In terms of the nuts and bolts of Starz’ approach, Zlotnik looks for “complexity, conflict and consequences” when investing in drama. He is fond of saying the channel looks for “truth and spectacle.” By truth, he means stories on Starz have to “relate to the human condition, to be about something,” while spectacle means they “must stand out, be larger than life.”
As series like Black Sails have shown, Starz is not scared of using visual effects or big set constructions to achieve spectacle, but this cannot be at the expense of accuracy in the details, says Zlotnik. “With green screen we can do pretty much anything to create compelling worlds. But the human eye picks up falsity very easily, so we take meticulous care to make sure everything passes the test. Every detail of wardrobe, set dressing, props and extras is important when we are schooling people.”
Similarly, Zlotnik says it is important not to confuse spectacle with scale: “It doesn’t always have to be about visual effects, it can be very intimate, such as an actor delivering a soliloquy. You really affect people when you hit them at an emotional level.”
Under Albrecht and Zlotnik, Starz has taken a flexible approach to deal making. In the case of copros, Zlotnik says the key is to pick the right partner at the outset: “If you are philosophically aligned you don’t have to micro-manage people. I’ve always found that if you pick copro partners with expertise and credibility, it turns long conversations into short conversations. As a company, we don’t demand more than our proportional say in the way the creative is developed.”
The obvious question, of course, is has this worked? Zlotnik has encouraging numbers to suggest it has. When Albrecht and Zlotnik began their transformation program, rivals HBO and Showtime had 28.8 million and 17.7 million subscribers respectively, while Starz had 16.9 million. The most recent comparative figures give HBO 30.4 million, Showtime 22.5 million and Starz 22 million – and Starz’ most recent financial report shows further growth to 22.5 million (Q3, 2014). “We’ve done that as a standalone company, without protection from a conglomerate and sister companies,” Zlotnik adds.
As subs grow, so does investment in programming, says Zlotnik. “Looking down 2015 and beyond, our ambition is to continue to grow originals. In 2013, we had 36 episodes; in 2014 it was 58, and this year it will be more than 60. Looking ahead to 2017, we have given up the Disney library, which means there will be additional resources to plug into original programming.”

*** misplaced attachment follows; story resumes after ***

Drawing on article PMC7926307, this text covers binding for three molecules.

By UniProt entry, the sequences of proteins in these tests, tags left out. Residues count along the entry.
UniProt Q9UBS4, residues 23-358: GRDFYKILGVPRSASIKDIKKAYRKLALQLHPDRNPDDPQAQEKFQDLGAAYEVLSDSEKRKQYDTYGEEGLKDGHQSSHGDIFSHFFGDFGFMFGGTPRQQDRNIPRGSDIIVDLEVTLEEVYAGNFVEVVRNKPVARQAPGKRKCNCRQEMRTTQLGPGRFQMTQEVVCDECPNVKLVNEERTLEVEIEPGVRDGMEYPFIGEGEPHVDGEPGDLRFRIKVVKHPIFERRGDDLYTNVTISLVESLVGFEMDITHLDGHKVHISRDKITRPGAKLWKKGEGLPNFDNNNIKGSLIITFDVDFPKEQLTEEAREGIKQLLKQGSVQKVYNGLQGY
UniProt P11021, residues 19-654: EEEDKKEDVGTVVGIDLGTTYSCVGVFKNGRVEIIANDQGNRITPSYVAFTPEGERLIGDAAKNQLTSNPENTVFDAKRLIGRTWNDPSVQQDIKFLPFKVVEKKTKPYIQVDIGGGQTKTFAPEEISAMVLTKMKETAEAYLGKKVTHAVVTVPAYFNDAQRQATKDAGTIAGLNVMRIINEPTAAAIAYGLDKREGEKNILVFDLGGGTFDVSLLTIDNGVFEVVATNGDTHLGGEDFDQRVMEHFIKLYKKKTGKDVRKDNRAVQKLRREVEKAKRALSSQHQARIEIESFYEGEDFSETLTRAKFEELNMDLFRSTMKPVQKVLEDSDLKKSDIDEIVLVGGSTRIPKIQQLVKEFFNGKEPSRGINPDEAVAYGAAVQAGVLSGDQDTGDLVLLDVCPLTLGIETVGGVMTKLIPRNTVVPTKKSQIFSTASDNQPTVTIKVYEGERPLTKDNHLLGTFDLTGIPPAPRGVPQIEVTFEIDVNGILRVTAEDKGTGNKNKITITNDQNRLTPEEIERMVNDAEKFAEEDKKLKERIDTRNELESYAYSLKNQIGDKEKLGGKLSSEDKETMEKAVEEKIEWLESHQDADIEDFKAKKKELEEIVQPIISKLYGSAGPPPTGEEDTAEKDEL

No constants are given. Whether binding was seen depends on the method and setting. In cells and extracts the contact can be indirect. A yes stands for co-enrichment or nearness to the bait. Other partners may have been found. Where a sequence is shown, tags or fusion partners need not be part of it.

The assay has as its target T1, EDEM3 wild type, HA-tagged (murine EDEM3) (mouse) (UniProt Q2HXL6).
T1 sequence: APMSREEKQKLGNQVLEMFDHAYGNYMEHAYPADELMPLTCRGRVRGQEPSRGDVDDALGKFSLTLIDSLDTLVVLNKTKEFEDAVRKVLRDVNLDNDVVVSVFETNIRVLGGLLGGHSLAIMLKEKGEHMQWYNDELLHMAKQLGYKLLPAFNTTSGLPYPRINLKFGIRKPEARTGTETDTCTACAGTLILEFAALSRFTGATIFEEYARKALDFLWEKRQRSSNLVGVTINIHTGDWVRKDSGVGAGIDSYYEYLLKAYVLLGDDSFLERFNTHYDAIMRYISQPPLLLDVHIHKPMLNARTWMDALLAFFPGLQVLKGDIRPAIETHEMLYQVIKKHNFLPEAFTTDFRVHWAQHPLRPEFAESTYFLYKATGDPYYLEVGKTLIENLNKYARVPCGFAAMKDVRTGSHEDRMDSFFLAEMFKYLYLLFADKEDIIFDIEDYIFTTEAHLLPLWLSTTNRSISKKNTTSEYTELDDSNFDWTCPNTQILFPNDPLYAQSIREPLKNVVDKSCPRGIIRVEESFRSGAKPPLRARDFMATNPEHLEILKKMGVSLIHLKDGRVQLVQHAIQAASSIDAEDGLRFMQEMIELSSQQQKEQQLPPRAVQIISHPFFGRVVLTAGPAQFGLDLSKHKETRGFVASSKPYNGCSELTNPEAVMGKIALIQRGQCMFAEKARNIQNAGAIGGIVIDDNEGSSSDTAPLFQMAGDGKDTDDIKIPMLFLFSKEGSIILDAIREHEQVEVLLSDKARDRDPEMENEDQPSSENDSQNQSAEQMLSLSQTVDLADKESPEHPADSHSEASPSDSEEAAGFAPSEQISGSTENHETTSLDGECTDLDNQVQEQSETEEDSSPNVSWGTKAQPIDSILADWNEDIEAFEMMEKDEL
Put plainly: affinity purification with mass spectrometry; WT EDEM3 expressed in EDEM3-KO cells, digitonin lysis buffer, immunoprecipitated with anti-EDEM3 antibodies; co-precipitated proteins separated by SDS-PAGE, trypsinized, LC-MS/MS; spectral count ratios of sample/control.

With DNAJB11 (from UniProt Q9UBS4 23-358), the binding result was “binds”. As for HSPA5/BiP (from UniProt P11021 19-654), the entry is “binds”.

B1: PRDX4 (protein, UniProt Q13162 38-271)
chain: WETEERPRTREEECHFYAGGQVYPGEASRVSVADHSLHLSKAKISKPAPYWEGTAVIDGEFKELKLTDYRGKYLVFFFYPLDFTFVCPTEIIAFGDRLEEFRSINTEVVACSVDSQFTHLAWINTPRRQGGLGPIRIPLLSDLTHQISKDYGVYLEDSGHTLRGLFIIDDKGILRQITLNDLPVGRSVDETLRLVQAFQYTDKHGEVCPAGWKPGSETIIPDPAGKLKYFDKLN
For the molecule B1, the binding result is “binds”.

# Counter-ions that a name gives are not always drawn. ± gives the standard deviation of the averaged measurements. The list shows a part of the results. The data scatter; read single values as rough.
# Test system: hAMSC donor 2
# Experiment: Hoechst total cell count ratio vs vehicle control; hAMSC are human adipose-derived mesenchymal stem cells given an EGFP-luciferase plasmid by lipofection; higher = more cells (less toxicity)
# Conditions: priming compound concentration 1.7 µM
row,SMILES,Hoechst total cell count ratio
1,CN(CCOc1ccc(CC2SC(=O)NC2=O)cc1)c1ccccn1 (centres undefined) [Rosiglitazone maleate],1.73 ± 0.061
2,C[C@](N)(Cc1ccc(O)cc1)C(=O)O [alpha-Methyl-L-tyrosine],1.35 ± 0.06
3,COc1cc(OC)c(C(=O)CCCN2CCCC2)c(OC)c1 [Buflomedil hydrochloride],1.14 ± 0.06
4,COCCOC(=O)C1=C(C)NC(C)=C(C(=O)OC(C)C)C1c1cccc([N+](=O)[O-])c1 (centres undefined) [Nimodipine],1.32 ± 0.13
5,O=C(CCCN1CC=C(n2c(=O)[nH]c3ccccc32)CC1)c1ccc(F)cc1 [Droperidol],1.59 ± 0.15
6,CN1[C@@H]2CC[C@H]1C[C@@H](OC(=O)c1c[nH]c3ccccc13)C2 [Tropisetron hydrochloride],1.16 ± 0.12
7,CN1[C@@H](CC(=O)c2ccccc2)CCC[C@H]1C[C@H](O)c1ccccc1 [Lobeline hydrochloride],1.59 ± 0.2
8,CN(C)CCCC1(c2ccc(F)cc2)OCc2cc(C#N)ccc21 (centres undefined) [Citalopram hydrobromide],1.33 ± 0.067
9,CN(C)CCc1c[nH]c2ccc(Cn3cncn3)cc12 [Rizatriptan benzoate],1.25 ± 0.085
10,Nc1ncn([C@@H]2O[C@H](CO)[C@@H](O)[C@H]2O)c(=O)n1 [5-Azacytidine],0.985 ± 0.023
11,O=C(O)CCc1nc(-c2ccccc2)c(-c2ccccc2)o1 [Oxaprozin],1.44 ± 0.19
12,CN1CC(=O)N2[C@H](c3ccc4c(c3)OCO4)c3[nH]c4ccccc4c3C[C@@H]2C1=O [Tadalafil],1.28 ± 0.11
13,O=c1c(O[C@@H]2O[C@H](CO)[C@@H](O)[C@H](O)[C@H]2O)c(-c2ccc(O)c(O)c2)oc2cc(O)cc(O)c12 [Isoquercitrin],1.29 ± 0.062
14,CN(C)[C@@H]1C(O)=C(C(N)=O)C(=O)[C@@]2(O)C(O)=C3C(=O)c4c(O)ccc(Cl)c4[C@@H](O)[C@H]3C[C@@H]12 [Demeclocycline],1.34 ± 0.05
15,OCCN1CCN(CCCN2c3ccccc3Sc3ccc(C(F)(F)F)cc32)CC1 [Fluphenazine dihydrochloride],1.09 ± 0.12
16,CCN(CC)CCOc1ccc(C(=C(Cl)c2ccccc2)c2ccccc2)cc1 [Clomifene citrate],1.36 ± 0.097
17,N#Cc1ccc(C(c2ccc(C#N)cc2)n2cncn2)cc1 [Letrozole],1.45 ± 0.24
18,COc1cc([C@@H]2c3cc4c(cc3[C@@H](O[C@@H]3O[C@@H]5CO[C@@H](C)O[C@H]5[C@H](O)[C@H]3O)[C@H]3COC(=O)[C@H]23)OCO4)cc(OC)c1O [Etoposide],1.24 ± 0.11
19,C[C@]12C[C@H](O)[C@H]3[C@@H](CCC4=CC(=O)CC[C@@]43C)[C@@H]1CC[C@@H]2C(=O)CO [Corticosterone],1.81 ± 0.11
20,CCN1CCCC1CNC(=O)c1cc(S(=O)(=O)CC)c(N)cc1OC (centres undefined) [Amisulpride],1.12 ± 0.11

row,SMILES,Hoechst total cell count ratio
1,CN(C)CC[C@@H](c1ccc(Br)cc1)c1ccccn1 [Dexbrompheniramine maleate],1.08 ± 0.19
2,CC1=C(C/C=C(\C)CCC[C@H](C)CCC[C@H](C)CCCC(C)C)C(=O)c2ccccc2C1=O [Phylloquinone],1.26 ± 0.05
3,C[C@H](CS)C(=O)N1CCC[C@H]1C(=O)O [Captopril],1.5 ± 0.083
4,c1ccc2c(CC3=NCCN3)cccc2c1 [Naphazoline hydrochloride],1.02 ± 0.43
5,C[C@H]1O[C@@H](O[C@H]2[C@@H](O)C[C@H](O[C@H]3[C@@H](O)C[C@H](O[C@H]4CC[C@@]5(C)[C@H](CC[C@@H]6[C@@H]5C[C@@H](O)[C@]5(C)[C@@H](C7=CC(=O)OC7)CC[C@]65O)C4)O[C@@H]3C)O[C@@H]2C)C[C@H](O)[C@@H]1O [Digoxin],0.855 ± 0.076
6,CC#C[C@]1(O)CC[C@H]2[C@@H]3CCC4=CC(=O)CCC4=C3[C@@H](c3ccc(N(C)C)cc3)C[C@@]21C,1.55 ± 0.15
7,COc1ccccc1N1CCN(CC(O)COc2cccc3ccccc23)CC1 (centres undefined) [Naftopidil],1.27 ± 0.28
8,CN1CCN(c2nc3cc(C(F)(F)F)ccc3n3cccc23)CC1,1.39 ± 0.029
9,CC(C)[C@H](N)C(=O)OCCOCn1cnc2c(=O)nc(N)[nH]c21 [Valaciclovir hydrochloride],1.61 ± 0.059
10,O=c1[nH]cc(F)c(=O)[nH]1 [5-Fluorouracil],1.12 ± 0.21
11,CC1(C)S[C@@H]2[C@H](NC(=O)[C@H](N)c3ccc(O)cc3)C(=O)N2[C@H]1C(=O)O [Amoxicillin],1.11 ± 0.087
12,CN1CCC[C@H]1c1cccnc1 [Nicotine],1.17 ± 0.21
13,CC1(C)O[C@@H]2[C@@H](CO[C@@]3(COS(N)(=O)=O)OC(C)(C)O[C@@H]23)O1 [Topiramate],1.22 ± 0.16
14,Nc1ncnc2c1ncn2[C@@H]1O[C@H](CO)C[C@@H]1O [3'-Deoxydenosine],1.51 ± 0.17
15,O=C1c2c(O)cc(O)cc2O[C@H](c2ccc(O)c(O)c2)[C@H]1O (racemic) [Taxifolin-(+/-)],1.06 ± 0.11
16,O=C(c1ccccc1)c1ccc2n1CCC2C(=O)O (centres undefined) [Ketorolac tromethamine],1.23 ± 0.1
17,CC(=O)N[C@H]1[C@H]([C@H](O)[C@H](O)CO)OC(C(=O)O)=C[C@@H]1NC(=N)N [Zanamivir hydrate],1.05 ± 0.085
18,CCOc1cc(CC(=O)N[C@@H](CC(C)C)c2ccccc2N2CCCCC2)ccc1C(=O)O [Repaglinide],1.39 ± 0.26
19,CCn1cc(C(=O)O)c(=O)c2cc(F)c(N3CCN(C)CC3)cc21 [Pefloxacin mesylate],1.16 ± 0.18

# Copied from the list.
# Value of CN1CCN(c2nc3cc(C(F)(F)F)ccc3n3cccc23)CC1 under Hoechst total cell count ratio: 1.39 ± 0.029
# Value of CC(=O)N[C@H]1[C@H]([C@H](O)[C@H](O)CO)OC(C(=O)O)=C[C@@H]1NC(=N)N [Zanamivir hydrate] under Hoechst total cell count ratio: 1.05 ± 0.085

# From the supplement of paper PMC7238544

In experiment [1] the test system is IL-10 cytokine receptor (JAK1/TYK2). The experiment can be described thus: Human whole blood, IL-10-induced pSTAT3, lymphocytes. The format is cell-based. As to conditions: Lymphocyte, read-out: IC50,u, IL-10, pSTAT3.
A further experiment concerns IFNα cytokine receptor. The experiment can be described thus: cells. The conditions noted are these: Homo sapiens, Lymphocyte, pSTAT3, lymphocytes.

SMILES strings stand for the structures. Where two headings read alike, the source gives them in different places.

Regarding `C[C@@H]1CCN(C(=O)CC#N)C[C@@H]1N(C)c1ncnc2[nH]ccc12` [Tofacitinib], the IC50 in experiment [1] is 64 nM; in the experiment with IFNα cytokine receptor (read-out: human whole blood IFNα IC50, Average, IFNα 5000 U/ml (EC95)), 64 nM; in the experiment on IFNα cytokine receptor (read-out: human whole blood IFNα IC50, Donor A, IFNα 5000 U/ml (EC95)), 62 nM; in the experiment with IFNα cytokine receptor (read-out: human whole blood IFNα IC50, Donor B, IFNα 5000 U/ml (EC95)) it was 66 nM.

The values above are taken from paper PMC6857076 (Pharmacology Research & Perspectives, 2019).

Some financial caution continues to be required, however. Speaking about projects that haven’t quite worked out (yet), Zlotnik says: “We had developed a big sci-fi project (Steven DeKnight’s Incursion) which was like Band of Brothers meets Halo (the video game franchise). It’s on the backburner because we decided we could do two or three other projects for the price of that one. But it’s still out there.”
With growth, there has been inevitable speculation about where Starz might go next as a business. As referenced above, the company has announced plans to create an on-demand platform, and this is part of a wider attack on the global market. “We want to grow business internationally,” says Zlotnik. “We will grow through distribution then channel creation and on-demand. We developed the attributes of business in anticipation OTT would be a new phenomenon.”
On the face of it, it’s hard to see how Starz could compete with the much more established brands that are already fighting it out for elbow room in the international arena. But Zlotnik’s comments become more interesting when one factors in the recent takeover talk that has been swirling around Starz.
Starz’ job is clear. It needs to maintain a virtuous circle whereby investment in content grows subscribers, thus allowing further investment. It also needs to win the hearts and minds of the creative community, something it appears to be on the road to doing. Zlotnik says Starz has worked hard to build a reputation as a business that is “sustainable but creative, that will care for and nurture properties, especially those with existing fan bases. It excites me when someone with a clear idea and a lot of passion comes in with a pitch. We want to be a great creative partner, so that – at the end of it all – they say ‘that’s the show I had in mind.’”